Radioadaptive response, genetic instability, bystander response and low dose hyper-radiosensitivity are known as specific cellular responses against low dose radiation exposure. However, their induction mechanisms are fully unknown. In the present section, the induction mechanisms for radiation-induced bystander response and radioadaptive response, which were elucidated by us using heavy particle ion beams in HIMAC, are reviewed.
In carbon-ion therapy, superiority of the physical dose distribution leads to a reduction in the number of fractions or may even allow hypofractionation. Several clinical trials are currently underway to evaluate the clinical effect of fractionated carbon-ion therapy. However, the biological effects of fractionation in carbon-ion beams hasn’t been investigated in detail. In this review, we will summarize the meaning of the fractionation and introduce mainly about previous study and our knowledge in the biological effects of fractionation using HIMAC.
One in two people has suffered from cancer in Japan. Cancer has a specific property, called metastasis. Metastasis and recurrence are extremely important factors that determine the prognosis of various cancer treatments. Recent advances in the field of radiotherapy have considerably improved the treatment outcome of various types of cancer based on the benefits of advances in oncology, physics, engineering, biology etc. Although the number of cancer patients receiving radiotherapy is increasing, knowledge about radiation effects on metastasis is not sufficient and radiotherapy targeting metastasis is extremely undeveloped. Experiments using various particle ion species and linear energy transfer are possible with HIMAC of NIRS. By using this facility, it is possible to examine the influence of not only “quantity” but also “quality” of radiation, and to obtain useful data that can contribute to radiation cancer metastasis research.
Heavy ion radiotherapy is expected to reduce the risk of second cancer by decreasing exposure of normal tissues to radiation. Emerging studies have attempted to predict the risk of second cancer after carbon ion radiotherapy based on dose assessment, the epidemiologically-identified risk of photon radiation, and assumptions about the relative biological effectiveness (RBE) of carbon ions. Nevertheless, large uncertainty remains in the choice of RBE of carbon ions in inducing cancer. The present article summarizes carcinogenesis experiments performed in animals using HIMAC. These animal experiments have yielded RBE values for selected tissues, beam types, and age at the time of irradiation. The results indicate potentially variable RBE which depends on tissues, ages, and dose levels. A few additional studies have attempted to identify molecular alterations in tumors induced by carbon ions. Thus, more comprehensive animal carcinogenesis studies are needed.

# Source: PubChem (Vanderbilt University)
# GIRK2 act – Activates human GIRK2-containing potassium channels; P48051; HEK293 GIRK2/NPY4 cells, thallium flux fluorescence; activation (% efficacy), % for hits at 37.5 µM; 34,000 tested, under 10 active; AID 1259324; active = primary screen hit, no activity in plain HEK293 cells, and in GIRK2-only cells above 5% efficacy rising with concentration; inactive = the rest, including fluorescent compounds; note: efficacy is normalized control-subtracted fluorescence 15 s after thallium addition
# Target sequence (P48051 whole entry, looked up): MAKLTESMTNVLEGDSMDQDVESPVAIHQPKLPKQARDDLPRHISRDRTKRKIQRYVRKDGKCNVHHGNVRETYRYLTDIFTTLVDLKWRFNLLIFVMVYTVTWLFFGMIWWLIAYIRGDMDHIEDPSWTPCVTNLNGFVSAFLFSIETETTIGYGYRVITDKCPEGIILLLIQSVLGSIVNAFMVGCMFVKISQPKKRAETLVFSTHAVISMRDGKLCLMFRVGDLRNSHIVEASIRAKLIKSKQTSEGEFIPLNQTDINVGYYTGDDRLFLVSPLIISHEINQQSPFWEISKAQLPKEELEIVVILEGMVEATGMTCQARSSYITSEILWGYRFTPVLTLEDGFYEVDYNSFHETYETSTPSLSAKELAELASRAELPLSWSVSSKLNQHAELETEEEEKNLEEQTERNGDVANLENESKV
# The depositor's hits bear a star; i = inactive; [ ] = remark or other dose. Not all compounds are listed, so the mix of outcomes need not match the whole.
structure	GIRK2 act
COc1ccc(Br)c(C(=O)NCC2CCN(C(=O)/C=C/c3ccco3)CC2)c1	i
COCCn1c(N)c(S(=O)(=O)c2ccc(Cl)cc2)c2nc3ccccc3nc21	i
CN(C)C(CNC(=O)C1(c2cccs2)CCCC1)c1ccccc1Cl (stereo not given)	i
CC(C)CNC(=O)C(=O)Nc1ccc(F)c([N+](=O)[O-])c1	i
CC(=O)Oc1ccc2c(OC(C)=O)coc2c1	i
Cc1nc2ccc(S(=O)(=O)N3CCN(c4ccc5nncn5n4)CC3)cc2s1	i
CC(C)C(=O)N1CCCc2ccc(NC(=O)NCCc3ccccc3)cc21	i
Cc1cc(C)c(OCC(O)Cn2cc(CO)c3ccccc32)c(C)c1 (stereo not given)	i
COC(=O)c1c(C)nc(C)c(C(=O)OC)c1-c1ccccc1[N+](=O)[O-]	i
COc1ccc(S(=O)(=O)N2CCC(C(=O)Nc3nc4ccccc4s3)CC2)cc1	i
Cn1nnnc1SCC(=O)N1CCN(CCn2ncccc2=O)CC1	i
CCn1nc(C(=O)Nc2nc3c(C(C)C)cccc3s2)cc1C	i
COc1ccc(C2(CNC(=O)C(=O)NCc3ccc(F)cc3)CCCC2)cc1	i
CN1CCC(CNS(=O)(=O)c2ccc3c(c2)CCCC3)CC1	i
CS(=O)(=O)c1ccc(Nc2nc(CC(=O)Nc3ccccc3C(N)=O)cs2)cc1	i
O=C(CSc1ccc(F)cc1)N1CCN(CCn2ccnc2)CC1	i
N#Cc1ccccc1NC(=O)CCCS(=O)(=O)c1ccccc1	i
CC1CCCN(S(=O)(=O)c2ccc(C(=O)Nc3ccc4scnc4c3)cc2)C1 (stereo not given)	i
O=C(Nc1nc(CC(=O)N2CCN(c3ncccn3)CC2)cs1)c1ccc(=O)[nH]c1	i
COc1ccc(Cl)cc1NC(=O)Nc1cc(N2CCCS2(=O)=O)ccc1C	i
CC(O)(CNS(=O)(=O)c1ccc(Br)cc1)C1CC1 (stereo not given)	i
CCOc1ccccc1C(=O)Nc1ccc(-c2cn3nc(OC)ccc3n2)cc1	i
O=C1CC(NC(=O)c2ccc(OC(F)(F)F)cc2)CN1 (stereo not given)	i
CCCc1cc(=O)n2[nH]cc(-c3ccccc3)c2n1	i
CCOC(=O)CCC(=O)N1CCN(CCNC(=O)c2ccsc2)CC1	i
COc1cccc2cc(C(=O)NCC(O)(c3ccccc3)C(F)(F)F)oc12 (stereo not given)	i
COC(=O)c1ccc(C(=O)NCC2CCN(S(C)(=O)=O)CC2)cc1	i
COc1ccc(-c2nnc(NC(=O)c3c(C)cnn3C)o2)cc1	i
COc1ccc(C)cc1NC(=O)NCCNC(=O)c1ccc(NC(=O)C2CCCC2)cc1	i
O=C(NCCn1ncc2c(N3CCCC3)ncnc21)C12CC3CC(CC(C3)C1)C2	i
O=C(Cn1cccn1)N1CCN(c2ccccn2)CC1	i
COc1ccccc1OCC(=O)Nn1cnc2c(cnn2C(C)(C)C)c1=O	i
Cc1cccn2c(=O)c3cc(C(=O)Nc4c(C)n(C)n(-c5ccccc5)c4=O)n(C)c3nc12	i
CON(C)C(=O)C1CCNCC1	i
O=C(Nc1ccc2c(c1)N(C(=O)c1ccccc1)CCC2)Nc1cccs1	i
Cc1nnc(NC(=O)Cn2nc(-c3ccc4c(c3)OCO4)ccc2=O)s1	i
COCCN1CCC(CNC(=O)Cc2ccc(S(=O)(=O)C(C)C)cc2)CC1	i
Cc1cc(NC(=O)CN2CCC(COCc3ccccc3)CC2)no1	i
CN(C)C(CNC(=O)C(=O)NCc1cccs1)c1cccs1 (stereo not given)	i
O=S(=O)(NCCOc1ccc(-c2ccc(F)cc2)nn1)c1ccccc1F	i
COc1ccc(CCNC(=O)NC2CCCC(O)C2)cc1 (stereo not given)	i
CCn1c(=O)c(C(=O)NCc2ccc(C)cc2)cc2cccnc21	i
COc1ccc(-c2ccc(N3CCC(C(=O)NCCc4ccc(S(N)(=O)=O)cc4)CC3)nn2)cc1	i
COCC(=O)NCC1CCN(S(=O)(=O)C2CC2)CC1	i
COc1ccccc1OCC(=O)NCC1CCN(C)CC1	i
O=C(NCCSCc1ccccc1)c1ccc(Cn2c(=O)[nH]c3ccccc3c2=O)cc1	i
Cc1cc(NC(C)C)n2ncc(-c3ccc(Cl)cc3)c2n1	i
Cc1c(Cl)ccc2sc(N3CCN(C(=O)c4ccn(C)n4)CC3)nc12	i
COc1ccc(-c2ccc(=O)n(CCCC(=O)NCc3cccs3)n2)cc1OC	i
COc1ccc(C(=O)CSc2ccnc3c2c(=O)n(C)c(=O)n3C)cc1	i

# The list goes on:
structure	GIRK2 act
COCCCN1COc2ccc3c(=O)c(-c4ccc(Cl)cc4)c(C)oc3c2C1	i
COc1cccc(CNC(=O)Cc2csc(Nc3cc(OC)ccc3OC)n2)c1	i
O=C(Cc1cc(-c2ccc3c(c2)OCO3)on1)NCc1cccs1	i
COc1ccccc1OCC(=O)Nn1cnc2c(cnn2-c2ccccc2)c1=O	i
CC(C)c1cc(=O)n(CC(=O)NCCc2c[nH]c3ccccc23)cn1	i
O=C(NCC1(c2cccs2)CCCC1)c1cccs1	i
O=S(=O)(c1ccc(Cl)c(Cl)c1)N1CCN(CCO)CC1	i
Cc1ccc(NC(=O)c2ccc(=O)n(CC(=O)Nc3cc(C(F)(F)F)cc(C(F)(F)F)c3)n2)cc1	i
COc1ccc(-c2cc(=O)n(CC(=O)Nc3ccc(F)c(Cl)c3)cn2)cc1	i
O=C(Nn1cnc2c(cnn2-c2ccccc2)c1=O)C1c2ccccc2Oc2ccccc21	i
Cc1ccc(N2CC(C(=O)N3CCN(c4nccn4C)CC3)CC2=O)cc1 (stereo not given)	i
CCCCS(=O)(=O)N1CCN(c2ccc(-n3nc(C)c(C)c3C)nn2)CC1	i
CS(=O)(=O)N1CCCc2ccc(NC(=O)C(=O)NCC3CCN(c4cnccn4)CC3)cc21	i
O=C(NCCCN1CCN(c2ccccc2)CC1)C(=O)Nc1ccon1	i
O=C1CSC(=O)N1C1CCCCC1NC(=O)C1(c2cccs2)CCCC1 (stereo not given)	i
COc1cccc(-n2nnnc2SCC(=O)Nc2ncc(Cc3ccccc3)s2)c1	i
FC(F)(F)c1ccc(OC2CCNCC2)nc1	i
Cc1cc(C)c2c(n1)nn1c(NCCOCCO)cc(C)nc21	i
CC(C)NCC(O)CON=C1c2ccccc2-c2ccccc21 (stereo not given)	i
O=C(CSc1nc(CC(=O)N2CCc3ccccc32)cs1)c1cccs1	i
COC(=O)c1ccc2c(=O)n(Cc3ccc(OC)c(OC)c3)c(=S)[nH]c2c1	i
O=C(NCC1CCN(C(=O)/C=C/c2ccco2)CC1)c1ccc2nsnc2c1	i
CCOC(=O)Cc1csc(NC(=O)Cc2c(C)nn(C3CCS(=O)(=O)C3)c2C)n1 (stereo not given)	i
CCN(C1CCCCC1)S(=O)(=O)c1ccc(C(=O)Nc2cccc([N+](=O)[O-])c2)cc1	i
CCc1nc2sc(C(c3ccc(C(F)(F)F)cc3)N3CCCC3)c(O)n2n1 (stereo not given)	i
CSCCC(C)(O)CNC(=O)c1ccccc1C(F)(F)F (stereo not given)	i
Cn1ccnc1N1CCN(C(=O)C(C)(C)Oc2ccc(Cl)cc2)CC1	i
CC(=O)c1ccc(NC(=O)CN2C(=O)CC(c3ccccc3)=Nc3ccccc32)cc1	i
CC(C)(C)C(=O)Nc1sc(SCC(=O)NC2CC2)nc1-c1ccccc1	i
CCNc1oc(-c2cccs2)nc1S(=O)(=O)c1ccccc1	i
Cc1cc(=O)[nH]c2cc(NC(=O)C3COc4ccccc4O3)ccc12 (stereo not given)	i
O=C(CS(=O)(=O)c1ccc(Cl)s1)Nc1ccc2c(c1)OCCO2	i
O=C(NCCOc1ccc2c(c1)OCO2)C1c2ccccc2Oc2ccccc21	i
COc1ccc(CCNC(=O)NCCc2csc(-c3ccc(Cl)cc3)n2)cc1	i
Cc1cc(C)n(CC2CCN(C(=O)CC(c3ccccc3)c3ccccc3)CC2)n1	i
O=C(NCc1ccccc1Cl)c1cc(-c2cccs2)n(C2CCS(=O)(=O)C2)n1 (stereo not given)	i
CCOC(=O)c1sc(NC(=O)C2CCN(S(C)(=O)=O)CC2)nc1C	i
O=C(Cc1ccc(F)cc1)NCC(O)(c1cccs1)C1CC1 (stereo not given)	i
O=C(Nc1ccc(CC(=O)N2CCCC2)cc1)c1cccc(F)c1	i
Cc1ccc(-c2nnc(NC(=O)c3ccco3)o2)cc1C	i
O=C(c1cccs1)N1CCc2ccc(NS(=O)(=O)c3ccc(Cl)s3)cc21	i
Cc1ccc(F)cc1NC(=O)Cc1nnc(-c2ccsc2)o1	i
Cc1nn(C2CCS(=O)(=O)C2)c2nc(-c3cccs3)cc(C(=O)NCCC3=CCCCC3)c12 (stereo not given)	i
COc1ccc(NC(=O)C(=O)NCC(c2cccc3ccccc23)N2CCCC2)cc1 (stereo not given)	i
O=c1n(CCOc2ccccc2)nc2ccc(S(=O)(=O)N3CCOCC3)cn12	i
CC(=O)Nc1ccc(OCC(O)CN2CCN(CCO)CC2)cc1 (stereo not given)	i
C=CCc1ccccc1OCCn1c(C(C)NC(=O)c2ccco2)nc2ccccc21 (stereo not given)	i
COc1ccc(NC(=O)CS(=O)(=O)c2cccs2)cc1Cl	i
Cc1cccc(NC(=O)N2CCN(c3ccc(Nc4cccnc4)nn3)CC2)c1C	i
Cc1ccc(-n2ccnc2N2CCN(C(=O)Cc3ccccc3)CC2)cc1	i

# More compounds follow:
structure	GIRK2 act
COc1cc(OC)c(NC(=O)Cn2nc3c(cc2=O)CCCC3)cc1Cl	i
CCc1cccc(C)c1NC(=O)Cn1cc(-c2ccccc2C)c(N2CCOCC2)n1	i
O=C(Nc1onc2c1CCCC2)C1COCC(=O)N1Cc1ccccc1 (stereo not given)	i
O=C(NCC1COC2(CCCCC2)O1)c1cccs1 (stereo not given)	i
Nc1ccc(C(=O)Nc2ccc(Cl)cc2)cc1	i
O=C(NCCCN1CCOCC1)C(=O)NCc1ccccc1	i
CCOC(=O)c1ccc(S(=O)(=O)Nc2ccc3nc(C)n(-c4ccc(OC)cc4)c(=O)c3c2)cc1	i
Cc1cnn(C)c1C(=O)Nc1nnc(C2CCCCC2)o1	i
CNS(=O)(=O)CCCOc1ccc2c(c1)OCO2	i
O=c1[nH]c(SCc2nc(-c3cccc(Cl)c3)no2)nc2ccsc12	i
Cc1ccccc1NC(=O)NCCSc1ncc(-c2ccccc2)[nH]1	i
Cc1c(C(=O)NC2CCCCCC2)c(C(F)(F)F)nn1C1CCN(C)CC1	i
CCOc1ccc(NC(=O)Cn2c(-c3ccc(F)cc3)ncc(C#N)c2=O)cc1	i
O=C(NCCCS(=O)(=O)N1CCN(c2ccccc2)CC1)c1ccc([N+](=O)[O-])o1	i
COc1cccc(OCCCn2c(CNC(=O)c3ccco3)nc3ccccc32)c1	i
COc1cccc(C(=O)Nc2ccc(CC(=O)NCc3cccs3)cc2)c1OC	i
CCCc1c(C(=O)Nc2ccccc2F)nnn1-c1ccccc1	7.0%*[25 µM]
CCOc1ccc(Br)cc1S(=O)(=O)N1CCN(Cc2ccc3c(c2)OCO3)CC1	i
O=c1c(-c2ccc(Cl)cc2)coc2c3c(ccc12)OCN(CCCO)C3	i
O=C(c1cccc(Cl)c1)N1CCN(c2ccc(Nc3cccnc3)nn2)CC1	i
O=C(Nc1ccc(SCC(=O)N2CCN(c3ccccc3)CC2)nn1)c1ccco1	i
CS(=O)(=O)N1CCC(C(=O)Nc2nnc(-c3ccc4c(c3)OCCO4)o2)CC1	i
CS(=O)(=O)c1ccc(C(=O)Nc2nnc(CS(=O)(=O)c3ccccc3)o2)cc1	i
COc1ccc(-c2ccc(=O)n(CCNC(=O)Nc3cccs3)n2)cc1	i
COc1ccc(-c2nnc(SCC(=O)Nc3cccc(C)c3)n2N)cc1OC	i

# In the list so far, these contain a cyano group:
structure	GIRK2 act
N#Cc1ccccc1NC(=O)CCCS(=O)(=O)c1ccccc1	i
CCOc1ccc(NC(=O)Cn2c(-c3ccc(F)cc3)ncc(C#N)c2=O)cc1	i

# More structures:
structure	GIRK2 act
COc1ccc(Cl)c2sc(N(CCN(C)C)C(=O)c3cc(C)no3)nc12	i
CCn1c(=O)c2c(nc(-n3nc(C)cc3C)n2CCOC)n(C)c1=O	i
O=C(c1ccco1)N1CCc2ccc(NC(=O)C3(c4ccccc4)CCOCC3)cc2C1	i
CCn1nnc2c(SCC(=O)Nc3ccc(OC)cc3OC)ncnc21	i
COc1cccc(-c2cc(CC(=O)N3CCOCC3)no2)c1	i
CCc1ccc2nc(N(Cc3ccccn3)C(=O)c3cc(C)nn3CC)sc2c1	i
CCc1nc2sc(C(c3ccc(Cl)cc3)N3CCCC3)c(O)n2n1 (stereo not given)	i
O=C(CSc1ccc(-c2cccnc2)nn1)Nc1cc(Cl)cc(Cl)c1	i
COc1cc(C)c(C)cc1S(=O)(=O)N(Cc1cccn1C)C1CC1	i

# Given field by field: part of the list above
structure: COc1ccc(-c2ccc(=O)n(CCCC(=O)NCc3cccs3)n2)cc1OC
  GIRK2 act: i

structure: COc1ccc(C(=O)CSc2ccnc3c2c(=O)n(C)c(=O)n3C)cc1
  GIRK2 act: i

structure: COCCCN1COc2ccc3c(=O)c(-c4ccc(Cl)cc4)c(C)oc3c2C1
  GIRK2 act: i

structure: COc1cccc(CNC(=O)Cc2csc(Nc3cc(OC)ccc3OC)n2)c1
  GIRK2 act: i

HIMAC, a therapeutic accelerator, has also been used for basic research, including various types of biological studies. Some of these studies, have attempted to expand the applications of heavy particle beams (ion beams) to other than cancer treatment; research on disease treatment other than cancer and breeding research can be cited. These projects, such as ion-beam breeding and non-invasive disease treatment other than cancer aim to enrich our lives by newly utilizing ion beams in new ways. In this review, we will introduce these studies and achievements that have been carried out at HIMAC, and discuss benefits that are expected to return to society owing to the results of these projects.